Postnatal depression horror: “I gave birth… then began to hallucinate about death” — (The Mirror)

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The Mirror

Updated 09:46, 8 Sep 2014

By Rachel Toal

New mum Eve Canavan, 33, recalls the terrifying mental illness that struck after the birth of her son

Loving cuddles: Eve with Joe, now aged four

Giving birth should be the start of a wonderful journey but for first time mum Eve Canavan it turned into a nightmare.

Eve, from London, was struck down with postpartum psychosis – a severe mental illness which made her hallucinate about death and shun her newborn son.

Here she recalls the horror and explains how she got the help she needed to come through it.

“Getting pregnant was so exciting. John and I were in a loving relationship, and I couldn’t wait to be a mum. Mental illness had never affected me and it never occurred to me I wouldn’t breeze through new motherhood.

The birth, a planned caesarean, was calm and straightforward. Lying in theatre after delivery, I overheard John and the midwives gush about how beautiful the baby was. But when Joe was handed to me, instead of a rush of love, numbness dulled my senses. ‘Maybe it’s the drugs,’ I thought.

Soon after, my mum arrived. ‘What’s wrong with your face?’ she asked. My glazed expression raised concern, but still I felt no emotion. As John smiled at Joe’s tiny face, transfixed, I felt detached, unable to even look towards his cot.

Alone in hospital that night and hooked to a catheter, I lay helpless and in pain for six hours as Joe screamed in hunger. When the midwife eventually responded to my calls for help, she called me a ‘silly girl’ for neglecting him. Frantic, I punched out a rambling text message to John. ‘I’m useless… I’m not coping… I’m a failure…’ For the next two days John tried to reassure me, but my mood deteriorated.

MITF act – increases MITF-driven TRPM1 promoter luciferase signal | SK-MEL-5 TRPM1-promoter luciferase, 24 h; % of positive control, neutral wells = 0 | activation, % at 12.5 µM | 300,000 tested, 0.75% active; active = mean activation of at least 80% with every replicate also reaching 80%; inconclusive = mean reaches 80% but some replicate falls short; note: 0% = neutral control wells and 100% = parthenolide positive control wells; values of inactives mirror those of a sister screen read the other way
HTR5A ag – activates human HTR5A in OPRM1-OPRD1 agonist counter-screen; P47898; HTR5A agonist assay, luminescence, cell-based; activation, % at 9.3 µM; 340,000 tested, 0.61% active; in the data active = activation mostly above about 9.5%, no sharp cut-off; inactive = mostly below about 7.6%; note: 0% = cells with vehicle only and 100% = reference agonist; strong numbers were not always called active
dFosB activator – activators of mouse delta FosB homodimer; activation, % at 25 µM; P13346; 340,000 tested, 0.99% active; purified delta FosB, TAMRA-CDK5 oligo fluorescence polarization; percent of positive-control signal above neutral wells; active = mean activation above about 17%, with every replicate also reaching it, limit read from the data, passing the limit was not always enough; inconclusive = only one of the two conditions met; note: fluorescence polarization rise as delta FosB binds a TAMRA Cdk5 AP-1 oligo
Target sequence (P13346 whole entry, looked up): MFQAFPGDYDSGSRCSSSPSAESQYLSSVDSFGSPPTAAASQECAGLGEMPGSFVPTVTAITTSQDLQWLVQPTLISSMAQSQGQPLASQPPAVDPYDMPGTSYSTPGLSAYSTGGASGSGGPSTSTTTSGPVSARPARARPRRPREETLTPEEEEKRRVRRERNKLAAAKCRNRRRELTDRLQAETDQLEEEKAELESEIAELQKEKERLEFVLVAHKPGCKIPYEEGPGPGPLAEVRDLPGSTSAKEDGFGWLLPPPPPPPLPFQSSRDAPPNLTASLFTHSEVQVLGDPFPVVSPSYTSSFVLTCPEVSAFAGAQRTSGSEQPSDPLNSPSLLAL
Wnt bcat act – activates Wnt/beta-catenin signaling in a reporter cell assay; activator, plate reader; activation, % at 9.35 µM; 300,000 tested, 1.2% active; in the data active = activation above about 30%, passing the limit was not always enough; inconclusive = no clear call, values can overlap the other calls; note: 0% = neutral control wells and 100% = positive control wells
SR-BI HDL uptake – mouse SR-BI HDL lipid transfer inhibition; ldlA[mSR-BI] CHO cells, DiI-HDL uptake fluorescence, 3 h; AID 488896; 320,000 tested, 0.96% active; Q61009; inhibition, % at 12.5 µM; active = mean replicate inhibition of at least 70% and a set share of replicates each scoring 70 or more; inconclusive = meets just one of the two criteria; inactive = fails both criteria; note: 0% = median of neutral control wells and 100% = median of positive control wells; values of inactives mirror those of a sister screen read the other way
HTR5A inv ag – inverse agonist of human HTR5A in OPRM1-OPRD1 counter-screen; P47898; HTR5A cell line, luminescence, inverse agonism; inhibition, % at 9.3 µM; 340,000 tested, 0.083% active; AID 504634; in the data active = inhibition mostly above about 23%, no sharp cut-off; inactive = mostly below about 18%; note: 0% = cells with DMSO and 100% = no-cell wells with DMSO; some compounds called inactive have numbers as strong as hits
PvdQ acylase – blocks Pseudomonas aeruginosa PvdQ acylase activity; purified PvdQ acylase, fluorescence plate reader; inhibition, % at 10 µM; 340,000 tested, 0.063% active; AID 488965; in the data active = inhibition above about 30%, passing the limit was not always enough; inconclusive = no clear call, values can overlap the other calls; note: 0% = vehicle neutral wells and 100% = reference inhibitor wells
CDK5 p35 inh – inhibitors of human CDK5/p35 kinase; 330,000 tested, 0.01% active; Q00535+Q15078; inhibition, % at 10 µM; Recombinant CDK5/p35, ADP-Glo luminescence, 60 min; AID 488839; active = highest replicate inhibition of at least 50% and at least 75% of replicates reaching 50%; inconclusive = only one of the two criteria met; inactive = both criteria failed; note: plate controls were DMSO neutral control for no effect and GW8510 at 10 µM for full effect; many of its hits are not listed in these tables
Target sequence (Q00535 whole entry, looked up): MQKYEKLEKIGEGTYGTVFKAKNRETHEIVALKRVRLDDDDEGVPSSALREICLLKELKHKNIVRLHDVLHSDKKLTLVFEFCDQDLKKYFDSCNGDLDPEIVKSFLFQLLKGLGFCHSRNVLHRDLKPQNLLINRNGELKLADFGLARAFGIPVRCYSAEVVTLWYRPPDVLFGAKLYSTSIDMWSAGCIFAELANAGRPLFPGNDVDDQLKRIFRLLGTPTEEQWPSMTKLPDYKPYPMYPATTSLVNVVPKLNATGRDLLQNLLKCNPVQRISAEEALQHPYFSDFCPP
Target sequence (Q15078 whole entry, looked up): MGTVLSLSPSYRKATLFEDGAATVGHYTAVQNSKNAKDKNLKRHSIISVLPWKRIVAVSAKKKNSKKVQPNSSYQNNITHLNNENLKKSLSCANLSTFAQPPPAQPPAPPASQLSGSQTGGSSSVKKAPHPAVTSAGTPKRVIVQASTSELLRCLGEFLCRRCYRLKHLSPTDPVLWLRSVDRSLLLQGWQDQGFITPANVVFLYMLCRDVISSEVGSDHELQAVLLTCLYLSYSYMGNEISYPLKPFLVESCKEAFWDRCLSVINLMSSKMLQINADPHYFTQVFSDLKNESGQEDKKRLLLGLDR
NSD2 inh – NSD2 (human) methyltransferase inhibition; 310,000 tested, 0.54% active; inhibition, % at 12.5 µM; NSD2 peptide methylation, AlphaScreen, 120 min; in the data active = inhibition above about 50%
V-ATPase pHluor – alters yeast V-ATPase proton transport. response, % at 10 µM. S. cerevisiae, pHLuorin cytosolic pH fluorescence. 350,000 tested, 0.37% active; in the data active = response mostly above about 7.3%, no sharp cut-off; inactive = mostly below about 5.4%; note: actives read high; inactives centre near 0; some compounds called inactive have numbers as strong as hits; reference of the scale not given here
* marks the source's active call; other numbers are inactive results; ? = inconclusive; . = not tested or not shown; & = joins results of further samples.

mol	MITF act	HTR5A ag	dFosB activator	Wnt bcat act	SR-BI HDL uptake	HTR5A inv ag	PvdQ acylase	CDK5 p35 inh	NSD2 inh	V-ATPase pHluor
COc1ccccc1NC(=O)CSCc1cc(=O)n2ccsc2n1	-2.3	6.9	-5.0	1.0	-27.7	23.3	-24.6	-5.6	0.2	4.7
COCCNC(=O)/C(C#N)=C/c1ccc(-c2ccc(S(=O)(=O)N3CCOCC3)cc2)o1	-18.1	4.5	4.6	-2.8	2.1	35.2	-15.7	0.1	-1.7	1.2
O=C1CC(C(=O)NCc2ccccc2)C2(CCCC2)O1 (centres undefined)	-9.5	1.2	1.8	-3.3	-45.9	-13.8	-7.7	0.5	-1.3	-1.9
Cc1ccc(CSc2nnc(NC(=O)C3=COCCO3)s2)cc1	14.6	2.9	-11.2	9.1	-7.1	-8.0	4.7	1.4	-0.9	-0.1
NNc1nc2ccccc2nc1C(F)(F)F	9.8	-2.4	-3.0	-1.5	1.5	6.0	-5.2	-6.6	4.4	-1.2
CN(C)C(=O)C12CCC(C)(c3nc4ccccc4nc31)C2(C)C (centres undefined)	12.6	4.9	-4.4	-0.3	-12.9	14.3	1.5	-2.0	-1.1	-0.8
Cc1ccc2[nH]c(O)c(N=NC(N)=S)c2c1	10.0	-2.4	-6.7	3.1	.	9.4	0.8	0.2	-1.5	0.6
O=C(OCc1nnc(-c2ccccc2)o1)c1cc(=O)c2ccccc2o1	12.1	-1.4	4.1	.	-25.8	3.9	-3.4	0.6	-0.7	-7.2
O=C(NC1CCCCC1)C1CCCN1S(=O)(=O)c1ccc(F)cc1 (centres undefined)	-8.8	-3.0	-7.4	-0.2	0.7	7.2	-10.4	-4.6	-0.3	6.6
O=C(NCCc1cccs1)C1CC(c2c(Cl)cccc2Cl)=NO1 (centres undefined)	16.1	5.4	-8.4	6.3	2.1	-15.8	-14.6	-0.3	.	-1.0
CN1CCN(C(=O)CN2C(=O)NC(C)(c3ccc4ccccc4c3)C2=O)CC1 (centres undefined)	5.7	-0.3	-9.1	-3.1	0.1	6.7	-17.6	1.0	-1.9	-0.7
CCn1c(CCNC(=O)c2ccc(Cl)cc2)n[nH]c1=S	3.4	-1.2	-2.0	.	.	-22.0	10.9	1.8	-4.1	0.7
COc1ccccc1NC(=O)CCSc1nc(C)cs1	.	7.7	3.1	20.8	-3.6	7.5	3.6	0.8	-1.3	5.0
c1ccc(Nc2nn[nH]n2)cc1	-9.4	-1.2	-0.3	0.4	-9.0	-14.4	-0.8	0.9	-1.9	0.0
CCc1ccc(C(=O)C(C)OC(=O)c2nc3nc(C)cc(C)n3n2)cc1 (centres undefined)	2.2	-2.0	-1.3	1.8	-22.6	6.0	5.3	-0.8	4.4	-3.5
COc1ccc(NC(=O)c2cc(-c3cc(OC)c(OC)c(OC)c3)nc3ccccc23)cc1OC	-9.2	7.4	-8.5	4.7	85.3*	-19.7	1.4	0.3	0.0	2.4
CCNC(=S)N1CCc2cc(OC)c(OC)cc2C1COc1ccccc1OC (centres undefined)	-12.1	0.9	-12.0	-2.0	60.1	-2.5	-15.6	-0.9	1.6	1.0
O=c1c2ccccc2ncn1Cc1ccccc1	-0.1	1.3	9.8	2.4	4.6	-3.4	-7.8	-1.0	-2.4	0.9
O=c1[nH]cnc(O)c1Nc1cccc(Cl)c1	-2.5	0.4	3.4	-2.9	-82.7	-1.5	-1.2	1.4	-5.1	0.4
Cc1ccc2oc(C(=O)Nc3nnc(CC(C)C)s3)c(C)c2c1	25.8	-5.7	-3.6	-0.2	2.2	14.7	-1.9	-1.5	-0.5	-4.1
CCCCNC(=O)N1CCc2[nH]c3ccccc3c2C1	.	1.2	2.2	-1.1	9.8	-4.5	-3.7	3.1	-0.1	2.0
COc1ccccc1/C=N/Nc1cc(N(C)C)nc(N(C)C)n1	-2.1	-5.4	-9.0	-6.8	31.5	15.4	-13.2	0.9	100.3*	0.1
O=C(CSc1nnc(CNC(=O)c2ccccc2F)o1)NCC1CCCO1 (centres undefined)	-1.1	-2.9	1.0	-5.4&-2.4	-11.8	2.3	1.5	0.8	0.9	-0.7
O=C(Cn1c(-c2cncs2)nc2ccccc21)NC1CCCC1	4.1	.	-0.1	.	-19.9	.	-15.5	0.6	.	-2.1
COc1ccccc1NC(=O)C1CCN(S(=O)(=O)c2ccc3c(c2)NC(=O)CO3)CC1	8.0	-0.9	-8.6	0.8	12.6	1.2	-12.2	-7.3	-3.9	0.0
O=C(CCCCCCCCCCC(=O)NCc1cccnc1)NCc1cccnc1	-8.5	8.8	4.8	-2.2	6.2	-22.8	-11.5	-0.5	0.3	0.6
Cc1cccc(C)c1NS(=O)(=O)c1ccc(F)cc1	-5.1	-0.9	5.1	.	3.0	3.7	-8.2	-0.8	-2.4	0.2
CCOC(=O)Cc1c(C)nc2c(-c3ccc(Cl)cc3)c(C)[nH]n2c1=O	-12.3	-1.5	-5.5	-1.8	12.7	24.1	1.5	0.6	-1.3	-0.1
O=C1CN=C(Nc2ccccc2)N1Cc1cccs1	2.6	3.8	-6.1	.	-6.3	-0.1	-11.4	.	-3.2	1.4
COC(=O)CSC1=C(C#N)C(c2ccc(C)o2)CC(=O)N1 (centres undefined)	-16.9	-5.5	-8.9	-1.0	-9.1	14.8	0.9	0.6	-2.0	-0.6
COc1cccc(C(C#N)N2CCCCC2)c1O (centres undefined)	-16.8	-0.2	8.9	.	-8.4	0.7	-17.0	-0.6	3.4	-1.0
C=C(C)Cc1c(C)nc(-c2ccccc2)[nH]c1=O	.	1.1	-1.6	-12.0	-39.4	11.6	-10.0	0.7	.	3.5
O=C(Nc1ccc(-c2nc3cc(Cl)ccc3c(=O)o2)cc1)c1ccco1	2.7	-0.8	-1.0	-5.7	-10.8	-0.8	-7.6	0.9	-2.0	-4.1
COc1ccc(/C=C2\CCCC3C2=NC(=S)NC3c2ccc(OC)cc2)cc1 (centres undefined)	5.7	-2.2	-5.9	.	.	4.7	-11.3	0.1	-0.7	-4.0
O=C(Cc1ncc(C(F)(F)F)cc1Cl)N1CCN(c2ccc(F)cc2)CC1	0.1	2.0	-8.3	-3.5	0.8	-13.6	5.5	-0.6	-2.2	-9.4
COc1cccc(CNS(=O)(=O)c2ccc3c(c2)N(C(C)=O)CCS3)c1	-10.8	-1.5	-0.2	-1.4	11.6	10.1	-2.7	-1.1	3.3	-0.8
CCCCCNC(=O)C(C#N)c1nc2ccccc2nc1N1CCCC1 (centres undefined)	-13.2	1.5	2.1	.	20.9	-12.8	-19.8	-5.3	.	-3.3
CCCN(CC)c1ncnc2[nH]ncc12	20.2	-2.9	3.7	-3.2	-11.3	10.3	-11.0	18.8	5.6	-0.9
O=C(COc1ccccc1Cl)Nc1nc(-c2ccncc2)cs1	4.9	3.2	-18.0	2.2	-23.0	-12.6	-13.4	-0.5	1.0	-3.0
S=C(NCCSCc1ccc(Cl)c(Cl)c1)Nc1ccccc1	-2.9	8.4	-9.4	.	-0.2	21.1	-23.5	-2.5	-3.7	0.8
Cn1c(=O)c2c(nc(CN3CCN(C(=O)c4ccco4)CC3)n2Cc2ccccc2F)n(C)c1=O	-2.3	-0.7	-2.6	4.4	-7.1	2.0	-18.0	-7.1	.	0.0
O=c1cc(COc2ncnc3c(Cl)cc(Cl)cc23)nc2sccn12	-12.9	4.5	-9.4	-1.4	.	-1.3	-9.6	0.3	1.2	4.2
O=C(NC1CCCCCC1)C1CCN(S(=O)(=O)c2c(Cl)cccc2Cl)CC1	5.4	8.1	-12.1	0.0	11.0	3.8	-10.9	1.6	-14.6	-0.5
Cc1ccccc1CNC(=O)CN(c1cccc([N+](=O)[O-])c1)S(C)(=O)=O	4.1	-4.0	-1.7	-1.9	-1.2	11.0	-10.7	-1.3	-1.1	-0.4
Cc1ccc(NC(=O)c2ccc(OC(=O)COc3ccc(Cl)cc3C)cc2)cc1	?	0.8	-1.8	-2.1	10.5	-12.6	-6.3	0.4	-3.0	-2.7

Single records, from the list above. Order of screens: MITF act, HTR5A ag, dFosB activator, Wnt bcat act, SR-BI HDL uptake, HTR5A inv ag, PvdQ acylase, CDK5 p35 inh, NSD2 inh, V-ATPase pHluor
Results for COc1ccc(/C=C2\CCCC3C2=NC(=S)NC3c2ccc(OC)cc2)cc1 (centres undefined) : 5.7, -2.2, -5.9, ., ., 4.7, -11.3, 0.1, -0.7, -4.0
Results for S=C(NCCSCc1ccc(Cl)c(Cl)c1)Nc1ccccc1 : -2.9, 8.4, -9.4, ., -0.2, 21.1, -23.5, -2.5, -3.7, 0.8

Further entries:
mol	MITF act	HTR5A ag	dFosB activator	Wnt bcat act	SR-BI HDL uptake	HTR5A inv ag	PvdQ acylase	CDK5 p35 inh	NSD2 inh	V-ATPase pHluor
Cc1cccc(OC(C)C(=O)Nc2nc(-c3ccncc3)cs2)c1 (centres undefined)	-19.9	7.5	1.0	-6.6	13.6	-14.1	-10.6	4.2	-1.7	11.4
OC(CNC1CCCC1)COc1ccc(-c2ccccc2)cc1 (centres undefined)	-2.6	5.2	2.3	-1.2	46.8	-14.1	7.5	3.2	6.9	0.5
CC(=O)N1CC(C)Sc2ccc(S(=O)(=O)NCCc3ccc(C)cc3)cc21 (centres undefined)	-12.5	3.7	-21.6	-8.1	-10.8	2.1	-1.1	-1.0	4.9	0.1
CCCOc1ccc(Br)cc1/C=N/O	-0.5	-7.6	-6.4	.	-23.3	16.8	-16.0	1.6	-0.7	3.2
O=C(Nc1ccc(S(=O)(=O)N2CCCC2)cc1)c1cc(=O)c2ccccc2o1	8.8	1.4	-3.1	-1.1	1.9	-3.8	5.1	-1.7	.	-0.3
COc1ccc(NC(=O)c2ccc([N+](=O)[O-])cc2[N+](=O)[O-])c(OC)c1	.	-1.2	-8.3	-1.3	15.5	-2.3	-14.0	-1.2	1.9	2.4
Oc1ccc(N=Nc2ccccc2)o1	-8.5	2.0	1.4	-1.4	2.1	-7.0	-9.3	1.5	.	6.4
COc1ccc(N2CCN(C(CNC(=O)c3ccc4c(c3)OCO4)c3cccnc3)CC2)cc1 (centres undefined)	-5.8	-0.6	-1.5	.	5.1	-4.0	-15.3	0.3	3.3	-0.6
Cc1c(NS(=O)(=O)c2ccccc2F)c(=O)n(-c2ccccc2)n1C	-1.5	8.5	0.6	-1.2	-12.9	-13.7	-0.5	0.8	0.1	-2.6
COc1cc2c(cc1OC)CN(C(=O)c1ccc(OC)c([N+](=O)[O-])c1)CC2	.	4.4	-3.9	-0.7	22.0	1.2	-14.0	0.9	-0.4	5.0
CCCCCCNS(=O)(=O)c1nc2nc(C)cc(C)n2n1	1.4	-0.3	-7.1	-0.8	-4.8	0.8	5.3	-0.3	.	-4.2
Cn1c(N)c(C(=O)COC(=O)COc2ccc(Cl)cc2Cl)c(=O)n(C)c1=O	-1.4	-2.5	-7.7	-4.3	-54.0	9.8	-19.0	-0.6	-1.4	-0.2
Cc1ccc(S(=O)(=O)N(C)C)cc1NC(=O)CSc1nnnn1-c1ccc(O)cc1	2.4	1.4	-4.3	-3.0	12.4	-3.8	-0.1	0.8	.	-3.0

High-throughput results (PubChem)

Then, on the car journey home, terror overwhelmed me, and I sobbed uncontrollably. What had I done? Being a mum is forever. I felt trapped by my new role, panicky at the thought of being near Joe.

Happy families: Eve Canavan with John and baby Joe

At home, I wandered around in constant fear, begging John not to leave the house. Luckily, he was on paternity leave, and tried to soothe me.

I woke the next morning, screaming, ‘I can’t do this’. I breastfed Joe out of necessity, but I never cuddled him as I was scared of being close to him.

My terror grew over the next few days until, at an unrelated visit to my GP, I became hysterical, screaming and crying. Once the doctor learned that I was scared stiff, she asked me to return in a week, saying it was too early to do anything.  It was the start of many visits. Each time, the GP talked about ‘baby blues’, eventually prescribing me antidepressants.

In the meantime, my behaviour got more bizarre. Once, John found me in the kitchen, dolled up with perfect hair and make-up, manically cleaning. I didn’t stop all day. Another time, while watching EastEnders, I begged him to turn off the TV. ‘The curtains on telly are scaring me,’ I said.